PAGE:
That's a personal testament. But the rest of Matos' fine little book steps back for a more critical take on both the album and Prince's career in toto. Matos identifies the factors that make Sign of particular relevance: signifying the end of Prince's classic era; the last true double album conceived as two discs and four sides and largely experienced as such before the CD age turned nearly everything into an overlong, underedited chore; the last important R&B album that was generally untouched by hip-hop but still utterly modern. For all those reasons, Sign is historic. But it's also great, and Matos makes the case for that as well.
Matos chooses the relatively underdiscussed "Strange Relationship" as the crux of Prince's most serious and mature album, maintaining that this seriousness manifests itself not in the dated-on-contact topical material of the "overrated" (so true) lead/title single but in the thoughtfulness of its love songs, such as "If I Was Your Girlfriend," "Forever in My Life," and "I Could Never Take the Place of Your Man."
"Sign is certainly kaleidoscopic," Matos writes, "moving from minimalist funk to big-band ballads to raw, gut-level rock to whatever 'The Ballad of Dorothy Parker' is. But it's emotionally prismatic as well." Matos also connects this lyrical maturity to a jazz sensibility that made Sign Prince's first horn record, even though the instruments (the only ones Prince couldn't play himself) appear on only five tracks. And the book's discussion of Sign proper ends and peaks exactly where the album does, with the one-man, slow-jam, headphone symphony "Adore," which Matos contends is "all show, all sincerity": "'Adore' means it. All of it. Every last dappled, gold-embossed, spangled, dewy-eyed, iridescent, opalescent (that's right, this song emanates light and diffracts it), incense-permeated, sweet-time-taking, defenses-breaking, manifest-destiny-of-love-sweet-love second of it."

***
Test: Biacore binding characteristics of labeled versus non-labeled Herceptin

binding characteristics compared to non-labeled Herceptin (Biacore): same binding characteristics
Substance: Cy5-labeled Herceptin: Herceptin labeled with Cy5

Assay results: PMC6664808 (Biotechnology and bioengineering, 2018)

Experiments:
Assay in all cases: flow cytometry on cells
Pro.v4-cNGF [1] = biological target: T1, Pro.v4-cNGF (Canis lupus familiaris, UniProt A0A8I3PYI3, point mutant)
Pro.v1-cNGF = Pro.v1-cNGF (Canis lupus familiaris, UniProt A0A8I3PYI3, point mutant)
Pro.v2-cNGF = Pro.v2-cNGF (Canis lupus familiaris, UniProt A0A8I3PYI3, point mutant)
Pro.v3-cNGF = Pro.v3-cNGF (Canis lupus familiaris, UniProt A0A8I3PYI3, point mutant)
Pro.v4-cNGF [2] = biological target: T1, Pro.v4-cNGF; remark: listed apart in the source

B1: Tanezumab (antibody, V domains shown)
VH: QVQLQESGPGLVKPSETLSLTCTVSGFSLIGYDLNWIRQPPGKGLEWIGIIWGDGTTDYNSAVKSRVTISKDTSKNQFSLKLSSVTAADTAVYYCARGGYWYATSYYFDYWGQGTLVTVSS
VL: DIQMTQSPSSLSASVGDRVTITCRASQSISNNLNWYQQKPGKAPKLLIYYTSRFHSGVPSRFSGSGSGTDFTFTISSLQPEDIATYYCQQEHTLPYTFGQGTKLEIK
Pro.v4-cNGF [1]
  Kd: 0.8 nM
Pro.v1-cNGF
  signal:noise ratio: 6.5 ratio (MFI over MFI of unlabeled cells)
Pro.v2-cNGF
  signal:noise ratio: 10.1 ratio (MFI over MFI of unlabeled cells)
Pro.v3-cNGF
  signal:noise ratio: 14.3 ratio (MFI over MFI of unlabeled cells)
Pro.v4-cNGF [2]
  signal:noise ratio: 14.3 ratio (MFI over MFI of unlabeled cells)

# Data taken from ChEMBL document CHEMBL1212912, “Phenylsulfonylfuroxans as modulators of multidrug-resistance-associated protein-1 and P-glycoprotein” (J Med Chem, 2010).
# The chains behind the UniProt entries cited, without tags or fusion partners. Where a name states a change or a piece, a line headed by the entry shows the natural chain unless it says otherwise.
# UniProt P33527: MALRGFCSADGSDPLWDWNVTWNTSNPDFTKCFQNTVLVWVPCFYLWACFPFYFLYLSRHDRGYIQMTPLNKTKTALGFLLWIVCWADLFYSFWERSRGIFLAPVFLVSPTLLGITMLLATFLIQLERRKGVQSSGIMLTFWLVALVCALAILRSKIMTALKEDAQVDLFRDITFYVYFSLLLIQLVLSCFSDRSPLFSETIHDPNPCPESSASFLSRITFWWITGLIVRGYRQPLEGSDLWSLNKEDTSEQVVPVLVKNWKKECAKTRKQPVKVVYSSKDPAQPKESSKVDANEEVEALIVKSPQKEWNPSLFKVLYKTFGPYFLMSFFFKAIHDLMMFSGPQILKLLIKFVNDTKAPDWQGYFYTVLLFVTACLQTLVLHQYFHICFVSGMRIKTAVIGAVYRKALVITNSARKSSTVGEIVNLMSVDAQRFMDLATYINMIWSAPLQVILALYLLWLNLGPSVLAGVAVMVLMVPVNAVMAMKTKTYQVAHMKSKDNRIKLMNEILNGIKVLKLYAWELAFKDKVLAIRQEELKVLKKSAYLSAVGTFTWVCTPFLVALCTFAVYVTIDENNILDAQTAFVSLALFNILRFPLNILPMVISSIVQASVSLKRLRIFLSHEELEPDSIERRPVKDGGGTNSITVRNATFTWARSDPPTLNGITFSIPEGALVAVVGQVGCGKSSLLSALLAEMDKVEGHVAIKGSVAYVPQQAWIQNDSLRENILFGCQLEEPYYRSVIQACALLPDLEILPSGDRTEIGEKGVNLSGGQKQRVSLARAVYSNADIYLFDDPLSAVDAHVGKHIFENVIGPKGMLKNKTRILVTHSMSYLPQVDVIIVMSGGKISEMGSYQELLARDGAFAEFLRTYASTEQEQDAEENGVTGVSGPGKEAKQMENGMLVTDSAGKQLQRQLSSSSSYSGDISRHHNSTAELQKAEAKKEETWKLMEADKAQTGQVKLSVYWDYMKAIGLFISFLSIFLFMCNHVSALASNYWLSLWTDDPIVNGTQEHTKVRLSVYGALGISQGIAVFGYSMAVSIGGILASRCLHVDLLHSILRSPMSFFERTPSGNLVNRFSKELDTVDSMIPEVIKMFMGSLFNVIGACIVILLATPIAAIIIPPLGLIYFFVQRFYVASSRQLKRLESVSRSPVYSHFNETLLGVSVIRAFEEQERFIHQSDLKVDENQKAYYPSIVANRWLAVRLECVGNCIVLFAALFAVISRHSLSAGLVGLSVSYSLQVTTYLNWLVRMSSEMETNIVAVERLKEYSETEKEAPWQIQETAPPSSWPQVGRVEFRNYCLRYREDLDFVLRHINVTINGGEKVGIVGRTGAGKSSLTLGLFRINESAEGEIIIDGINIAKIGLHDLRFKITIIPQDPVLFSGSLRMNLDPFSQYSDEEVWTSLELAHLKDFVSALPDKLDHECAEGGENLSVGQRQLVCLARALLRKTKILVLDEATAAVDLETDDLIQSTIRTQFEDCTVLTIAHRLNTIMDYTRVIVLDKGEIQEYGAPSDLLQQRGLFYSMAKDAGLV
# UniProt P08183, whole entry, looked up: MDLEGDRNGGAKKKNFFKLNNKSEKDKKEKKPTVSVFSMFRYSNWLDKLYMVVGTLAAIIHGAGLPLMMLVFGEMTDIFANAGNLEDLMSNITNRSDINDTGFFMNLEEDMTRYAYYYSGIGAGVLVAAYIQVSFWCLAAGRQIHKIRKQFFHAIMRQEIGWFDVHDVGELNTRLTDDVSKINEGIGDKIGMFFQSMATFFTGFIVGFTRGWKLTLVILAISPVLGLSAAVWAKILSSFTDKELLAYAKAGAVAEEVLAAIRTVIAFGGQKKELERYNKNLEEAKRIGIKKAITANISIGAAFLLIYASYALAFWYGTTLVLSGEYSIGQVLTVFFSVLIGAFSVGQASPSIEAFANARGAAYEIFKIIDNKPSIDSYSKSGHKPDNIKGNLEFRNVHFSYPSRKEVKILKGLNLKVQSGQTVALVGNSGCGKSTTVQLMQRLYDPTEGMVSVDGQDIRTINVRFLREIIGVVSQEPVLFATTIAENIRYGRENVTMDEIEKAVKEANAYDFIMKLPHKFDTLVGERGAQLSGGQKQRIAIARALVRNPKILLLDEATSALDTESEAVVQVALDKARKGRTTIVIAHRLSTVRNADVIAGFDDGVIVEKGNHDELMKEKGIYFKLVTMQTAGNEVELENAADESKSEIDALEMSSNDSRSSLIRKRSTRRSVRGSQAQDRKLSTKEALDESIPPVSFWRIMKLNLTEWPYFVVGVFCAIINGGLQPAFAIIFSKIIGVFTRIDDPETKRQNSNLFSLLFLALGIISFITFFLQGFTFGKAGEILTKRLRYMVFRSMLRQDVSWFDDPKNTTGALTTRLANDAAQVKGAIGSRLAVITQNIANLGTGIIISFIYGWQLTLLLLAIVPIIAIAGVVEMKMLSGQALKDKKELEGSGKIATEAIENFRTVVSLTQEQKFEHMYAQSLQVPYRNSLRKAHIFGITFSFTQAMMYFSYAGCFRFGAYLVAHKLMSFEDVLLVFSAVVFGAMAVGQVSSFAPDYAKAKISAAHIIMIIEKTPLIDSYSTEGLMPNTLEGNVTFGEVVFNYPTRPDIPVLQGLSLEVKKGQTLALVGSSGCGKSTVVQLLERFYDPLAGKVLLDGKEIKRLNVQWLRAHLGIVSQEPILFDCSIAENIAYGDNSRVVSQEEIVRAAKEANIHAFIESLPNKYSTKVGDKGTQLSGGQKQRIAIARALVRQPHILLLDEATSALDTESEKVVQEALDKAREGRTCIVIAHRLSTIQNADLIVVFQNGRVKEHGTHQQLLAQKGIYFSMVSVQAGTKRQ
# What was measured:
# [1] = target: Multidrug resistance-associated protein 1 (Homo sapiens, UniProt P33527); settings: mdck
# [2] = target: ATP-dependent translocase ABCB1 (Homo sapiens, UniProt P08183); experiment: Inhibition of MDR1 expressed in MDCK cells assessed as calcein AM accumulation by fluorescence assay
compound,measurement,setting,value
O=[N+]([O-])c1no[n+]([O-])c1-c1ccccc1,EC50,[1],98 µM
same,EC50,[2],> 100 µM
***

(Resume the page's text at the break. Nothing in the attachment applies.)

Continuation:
I haven't seen "Adore" on any concert set lists for the current tour, unfortunately (or not, since it's impossible to imagine any live performance coming close to the studio version), though I have seen Sign standouts "U Got the Look" and "Forever in My Life" (as well as relative nonhits "I Feel For You" and "Sometimes It Snows in April"). The set lists are, of course, heavy on Musicology, which fits fine on what people are calling a "hits" tour, since, though lacking genius, Musicology is classicist Prince at his most assured going through the old motions with renewed purpose. The title track glances backward thematically, but the JB beats, sproingy synth lines, captivating vocals (his most underappreciated skill), and muddled politics are plenty old-school. n